On Sunday night, as I was drifting off to sleep, I was struck by a horrible thought. Reflecting on all the rain we have had in the last few weeks, I remembered an old wives tale I heard the last time we lived in New Mexico. The kernel of folk wisdom (if, indeed, it is wisdom) embedded in that tale was, "Rainy summers=snowy winters." That's all it took to set my mind in planning gear. Remember, I'm from Minnesota. I know snow. I know blizzards. I know the disruption they can cause.
Off I went into my planning (hoarding?) mode. Do we have enough blankets? What about food? We better start storing up food. Remember the tale of the industrious ant and the careless grasshopper. Wouldn't want to be that careless grasshopper. I better get started getting food for the blizzard that is sure to come. What about wood? We only have three little logs left from last year. What if the furnace goes out? What if the power lines freeze? I better order a cord of wood. Maybe two would be better. That way we can really be sure.
Many of us fall in the trap of building bigger barns, of storing up treasure, of making sure we have more than enough to get by. I have only to look at my stash of cloth, the clothes in my closet, the balance in my bank account to know where I fall on the hoard-release continuum. And yet scripture and sometimes life in our day points to another way.
In the teaching that follows the parable of the prosperous farmer, Jesus says, "Do not worry about your life, what you will eat, or about your body, what you will wear. For life is more than food, and the body more than clothing....Do not be afraid, little flock, for it is your Father's good pleasure to give you the kingdom. Sell your possessions, and give alms....For where your treasure is, there your heart will be also."
Recently, I've been struck by how the pernicious individualism that permeates our culture, shapes how we read scripture. We hear the words of Jesus and we think he's talking to us. He is. But maybe not only to us as individuals but also to us as members of a community, members of the body of Christ.
Recently, I've been trying to hear the words of scripture through the ears of community--Live at Five, St. Michael and All Angels, the city of Albuquerque, our state and our country. What would our life--as members of the Body of Christ--look like if we lived from the perspective of advancing the Reign of God? Would we make different decisions about how we allocate our shared treasure if we, as a community and/or as a congregation, focused on the words, "Sell your possessions, and give alms"? How far would we dare go?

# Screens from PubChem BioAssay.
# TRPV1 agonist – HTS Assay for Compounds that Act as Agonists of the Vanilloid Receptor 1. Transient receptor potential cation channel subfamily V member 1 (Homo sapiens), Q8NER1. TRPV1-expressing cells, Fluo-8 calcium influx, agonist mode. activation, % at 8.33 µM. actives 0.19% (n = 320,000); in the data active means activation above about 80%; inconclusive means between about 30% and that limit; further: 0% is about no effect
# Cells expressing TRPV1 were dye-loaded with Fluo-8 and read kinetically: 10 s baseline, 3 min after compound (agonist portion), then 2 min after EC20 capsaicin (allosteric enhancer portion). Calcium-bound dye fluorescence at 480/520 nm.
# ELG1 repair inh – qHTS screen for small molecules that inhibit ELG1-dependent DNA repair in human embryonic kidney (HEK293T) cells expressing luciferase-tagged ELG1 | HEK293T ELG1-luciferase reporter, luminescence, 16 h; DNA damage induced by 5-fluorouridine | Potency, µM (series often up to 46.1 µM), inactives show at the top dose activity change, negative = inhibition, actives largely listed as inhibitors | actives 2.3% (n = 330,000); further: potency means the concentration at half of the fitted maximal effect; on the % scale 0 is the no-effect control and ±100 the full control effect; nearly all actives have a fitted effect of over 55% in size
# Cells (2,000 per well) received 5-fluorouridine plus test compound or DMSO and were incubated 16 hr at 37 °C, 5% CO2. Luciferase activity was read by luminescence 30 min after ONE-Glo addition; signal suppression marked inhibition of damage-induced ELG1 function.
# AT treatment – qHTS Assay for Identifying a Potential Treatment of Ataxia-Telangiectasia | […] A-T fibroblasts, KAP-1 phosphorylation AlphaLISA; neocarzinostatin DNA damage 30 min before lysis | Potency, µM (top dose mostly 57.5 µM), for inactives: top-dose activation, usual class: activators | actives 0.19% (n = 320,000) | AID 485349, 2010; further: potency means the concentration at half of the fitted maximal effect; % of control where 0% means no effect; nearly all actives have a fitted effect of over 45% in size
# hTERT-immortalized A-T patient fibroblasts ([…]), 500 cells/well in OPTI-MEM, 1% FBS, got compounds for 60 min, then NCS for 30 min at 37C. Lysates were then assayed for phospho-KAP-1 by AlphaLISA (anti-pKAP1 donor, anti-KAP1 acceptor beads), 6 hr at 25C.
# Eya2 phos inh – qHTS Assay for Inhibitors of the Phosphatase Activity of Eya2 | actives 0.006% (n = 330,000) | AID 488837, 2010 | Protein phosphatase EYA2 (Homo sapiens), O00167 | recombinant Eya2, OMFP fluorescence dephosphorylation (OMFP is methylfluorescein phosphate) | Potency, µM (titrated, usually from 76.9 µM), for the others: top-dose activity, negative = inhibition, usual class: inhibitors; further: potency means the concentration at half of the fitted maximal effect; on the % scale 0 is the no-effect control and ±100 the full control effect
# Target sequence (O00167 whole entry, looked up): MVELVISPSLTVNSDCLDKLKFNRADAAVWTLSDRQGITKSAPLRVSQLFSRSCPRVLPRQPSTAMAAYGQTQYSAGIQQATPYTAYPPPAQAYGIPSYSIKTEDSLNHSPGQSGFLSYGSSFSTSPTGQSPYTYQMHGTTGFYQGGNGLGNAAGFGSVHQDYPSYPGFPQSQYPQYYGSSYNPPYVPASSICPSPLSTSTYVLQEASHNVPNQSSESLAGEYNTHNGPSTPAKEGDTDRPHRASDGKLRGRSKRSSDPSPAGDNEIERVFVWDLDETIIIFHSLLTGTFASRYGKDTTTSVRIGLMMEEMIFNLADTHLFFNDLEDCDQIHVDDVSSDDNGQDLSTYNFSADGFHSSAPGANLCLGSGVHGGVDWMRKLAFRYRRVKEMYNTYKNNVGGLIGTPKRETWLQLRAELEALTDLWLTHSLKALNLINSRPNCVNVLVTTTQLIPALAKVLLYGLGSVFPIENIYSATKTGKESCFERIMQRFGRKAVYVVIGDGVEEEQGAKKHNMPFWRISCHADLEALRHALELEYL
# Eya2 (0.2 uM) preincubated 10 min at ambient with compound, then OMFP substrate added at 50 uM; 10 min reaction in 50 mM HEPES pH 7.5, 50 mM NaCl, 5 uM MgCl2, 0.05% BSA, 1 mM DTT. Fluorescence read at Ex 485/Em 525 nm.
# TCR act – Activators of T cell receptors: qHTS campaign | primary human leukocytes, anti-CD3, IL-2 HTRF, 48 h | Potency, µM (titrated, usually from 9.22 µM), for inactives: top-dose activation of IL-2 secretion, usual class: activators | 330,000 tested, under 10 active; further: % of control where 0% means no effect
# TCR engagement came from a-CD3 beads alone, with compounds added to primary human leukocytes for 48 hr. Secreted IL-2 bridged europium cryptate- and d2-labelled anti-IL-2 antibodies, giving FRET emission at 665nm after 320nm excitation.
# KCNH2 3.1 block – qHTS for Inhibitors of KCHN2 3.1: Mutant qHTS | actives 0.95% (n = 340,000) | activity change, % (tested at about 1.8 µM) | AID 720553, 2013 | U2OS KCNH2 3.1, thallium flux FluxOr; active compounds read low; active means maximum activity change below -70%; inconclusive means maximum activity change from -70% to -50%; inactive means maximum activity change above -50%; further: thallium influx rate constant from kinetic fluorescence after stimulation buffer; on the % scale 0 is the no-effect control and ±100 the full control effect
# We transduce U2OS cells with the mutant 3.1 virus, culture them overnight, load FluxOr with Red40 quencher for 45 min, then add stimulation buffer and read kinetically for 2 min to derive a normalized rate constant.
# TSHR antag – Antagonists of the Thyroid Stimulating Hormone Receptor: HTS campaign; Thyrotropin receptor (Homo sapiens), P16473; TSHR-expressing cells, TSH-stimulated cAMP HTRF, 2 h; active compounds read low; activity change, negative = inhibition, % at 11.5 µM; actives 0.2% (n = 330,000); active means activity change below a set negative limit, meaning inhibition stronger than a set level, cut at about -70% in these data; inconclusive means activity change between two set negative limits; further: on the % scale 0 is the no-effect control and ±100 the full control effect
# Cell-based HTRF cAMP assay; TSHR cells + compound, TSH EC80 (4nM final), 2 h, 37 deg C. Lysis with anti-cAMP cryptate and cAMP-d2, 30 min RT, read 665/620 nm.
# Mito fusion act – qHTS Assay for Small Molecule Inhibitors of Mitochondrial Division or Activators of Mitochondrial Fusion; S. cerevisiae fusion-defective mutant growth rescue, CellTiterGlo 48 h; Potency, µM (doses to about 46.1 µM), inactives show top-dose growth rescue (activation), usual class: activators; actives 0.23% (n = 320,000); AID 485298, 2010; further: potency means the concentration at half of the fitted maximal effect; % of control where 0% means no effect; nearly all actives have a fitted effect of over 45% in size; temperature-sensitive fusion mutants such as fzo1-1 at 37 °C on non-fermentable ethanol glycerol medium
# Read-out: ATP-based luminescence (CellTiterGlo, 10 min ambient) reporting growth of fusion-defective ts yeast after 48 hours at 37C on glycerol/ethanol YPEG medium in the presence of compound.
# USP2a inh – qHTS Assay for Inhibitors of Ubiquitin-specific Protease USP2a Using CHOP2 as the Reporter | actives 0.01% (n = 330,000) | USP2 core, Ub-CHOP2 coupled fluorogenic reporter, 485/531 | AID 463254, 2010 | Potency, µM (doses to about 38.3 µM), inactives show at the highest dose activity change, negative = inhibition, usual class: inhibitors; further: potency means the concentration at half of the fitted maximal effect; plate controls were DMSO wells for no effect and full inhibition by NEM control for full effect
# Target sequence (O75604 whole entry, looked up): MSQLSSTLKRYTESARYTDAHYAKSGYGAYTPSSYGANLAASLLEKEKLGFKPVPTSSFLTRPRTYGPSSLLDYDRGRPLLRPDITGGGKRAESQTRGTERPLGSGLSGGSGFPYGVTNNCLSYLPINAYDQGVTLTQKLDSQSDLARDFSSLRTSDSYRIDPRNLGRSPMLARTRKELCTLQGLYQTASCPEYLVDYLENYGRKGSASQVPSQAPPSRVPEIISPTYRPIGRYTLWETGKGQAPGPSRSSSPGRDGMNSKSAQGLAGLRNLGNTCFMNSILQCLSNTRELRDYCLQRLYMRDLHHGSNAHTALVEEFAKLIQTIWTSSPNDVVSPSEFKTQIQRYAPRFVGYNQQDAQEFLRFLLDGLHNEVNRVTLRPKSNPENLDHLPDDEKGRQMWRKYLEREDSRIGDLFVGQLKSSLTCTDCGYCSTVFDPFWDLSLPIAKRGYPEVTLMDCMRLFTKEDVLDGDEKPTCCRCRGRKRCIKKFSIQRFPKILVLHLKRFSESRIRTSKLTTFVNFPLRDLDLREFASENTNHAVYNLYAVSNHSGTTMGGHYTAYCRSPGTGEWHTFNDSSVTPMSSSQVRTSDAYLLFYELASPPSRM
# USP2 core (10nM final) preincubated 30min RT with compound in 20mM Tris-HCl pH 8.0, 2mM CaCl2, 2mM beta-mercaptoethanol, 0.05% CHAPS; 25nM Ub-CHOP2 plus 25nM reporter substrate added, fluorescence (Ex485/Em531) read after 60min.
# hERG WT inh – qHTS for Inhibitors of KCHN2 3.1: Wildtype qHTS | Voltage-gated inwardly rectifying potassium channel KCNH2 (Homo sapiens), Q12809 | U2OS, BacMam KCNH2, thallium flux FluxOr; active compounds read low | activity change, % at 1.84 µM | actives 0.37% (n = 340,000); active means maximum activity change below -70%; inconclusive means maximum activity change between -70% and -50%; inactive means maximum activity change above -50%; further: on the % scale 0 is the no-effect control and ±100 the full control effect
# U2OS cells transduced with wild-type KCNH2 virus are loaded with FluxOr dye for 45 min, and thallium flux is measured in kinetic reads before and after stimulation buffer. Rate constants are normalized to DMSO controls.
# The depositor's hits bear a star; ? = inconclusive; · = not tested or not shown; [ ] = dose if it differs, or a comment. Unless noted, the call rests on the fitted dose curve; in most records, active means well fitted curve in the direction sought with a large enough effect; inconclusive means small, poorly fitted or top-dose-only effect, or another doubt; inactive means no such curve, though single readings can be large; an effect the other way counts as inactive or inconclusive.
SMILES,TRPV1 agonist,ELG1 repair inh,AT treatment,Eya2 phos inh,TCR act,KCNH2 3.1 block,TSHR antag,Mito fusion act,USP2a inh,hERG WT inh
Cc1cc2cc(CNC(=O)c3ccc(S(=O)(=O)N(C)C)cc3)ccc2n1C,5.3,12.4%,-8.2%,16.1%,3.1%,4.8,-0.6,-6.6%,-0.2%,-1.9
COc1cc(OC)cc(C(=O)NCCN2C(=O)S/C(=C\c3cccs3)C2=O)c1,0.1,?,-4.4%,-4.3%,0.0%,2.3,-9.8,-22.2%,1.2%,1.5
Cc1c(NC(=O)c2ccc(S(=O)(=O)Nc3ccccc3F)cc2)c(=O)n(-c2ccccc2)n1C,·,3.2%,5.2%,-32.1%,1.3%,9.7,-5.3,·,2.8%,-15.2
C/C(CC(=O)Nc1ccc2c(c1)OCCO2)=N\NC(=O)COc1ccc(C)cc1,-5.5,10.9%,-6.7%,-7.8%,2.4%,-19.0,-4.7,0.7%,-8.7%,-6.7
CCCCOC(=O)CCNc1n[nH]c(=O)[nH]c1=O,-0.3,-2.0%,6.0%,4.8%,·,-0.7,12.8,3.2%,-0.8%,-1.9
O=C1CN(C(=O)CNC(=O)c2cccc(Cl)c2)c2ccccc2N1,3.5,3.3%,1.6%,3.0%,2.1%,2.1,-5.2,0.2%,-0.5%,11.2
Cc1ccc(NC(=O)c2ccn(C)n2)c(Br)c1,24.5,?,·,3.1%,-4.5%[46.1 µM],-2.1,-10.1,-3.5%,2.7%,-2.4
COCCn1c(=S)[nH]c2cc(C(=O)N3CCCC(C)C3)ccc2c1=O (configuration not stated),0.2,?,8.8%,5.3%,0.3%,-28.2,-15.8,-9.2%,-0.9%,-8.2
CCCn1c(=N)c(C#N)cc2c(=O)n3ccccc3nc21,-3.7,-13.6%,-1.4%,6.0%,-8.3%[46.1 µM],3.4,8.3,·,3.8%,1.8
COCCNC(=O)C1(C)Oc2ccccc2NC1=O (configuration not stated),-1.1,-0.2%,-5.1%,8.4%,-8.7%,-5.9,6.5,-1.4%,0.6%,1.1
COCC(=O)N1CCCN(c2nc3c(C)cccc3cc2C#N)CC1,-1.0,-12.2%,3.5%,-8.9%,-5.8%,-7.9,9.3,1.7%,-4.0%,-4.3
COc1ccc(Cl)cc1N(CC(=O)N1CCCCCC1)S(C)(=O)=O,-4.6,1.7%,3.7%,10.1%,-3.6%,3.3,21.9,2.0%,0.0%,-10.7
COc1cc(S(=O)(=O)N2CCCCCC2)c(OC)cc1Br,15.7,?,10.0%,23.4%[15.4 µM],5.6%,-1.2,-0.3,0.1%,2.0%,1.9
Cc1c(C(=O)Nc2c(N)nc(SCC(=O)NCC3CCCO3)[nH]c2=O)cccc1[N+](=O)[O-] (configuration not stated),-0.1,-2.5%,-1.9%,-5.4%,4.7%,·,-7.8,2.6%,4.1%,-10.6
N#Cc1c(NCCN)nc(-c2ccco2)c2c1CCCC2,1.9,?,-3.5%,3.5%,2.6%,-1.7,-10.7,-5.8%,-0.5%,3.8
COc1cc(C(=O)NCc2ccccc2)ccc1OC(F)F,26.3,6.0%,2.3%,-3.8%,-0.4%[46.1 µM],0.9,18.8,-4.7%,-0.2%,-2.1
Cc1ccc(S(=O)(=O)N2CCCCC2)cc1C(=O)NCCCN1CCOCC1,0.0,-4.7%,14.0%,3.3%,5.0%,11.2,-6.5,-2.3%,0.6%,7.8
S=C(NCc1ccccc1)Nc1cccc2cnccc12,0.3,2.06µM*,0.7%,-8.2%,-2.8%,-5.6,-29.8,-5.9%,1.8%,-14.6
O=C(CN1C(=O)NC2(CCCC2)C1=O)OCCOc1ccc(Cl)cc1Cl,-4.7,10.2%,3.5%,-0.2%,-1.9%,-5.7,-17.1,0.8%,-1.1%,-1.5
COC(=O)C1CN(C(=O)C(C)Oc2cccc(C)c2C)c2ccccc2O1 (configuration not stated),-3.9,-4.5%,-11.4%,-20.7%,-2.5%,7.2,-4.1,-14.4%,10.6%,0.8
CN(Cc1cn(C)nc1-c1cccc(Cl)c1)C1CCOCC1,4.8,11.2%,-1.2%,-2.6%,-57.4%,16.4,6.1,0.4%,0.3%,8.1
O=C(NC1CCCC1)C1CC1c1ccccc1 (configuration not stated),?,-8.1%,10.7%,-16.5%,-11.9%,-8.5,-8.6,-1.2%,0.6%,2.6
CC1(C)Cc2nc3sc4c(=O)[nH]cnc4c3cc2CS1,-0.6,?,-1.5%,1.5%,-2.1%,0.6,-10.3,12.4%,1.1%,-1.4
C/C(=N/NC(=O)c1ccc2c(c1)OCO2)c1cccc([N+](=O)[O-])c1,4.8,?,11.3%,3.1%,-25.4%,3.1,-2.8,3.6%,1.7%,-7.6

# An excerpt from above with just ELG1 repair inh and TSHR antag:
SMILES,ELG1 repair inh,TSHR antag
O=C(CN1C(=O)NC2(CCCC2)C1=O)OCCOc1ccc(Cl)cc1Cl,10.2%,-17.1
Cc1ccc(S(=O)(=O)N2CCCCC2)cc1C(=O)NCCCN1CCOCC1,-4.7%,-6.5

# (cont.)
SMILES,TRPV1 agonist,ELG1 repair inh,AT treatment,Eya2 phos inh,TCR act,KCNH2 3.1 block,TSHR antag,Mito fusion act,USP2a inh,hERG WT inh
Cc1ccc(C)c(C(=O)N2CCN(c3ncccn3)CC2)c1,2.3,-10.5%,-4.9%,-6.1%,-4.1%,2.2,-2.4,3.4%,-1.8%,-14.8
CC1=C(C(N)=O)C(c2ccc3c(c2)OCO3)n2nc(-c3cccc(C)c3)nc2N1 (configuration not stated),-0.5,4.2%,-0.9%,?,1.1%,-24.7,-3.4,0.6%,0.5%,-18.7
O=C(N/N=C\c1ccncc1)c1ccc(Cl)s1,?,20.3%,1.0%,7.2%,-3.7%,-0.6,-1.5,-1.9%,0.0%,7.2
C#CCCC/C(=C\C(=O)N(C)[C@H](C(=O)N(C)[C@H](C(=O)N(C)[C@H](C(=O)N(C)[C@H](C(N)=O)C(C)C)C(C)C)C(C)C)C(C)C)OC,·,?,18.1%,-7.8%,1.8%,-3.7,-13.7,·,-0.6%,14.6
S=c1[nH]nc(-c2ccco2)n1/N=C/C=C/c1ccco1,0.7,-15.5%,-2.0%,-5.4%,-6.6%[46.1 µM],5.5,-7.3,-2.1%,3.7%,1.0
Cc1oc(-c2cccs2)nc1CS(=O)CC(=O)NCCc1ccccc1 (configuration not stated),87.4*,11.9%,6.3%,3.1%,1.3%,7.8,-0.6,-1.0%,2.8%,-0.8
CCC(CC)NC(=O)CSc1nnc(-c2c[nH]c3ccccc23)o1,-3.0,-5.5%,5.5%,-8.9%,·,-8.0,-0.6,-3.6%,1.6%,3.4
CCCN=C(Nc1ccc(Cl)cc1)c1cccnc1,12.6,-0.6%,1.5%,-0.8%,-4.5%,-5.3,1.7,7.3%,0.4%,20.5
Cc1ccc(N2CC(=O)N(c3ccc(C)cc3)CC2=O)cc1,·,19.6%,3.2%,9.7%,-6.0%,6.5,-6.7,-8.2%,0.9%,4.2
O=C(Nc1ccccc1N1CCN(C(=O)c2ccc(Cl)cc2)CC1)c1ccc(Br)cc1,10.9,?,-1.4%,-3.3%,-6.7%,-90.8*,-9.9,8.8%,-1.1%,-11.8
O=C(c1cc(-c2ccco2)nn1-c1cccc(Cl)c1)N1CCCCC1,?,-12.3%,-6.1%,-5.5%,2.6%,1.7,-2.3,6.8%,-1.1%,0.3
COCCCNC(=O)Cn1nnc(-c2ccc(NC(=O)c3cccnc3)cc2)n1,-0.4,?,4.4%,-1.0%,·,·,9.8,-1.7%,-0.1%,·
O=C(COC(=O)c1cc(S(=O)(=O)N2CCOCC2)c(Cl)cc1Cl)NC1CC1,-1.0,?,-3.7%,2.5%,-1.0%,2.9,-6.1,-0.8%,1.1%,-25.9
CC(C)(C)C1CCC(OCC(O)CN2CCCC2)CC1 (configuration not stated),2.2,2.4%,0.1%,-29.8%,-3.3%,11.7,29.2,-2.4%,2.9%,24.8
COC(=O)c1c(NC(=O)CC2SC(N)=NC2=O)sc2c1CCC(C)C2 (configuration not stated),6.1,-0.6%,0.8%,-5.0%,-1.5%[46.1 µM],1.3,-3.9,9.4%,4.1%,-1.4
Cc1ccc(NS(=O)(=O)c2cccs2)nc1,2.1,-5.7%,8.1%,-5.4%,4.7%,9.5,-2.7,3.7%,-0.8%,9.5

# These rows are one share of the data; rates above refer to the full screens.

How far do I dare go? How much security is enough? How much stuff is enough? I look at my stash of fabric and I think, "Not yet, Lord. Not yet." I see the bottom line in my checking account slope downward and I wince. "Dare I write this check to the Ambassador Inn?" I wonder to myself. "Should I wait until some more comes in?"
Then I meet someone who pushes me a bit closer to the outer boundary of my comfort zone. Last Sunday, I met a priest who serves a small parish in Mexico. I suspect it's a parish of ex-pats. He was talking about their budget and the givens on which it rested. That small parish was committed to spending HALF of what they took in on outreach. HALF. Fifty per cent. Imagine that.
What would that look like translated into talk or time or energy--in our lives as the part of the Body of Christ that is Live at Five and in our lives as individuals. It's hard for me to imagine devoting half my time and energy and resources to serving others. Family, friends and taking care of myself all make claims on my resources. Claims that have merit. But maybe in community that balance could shift just a little.
On Sunday, August 11, Live at Five will serve at St. Martin's Hospitality Center. We'll get up early. Some really early so they can make breakfast for 250-300 people. Others will come for worship at 8:00 a.m. and to help with clean-up. We'll all meet in the back room of Garcia's at 4th and Mountain to reflect on where we saw God in the community of people who live on the streets.
In gratitude for our life together,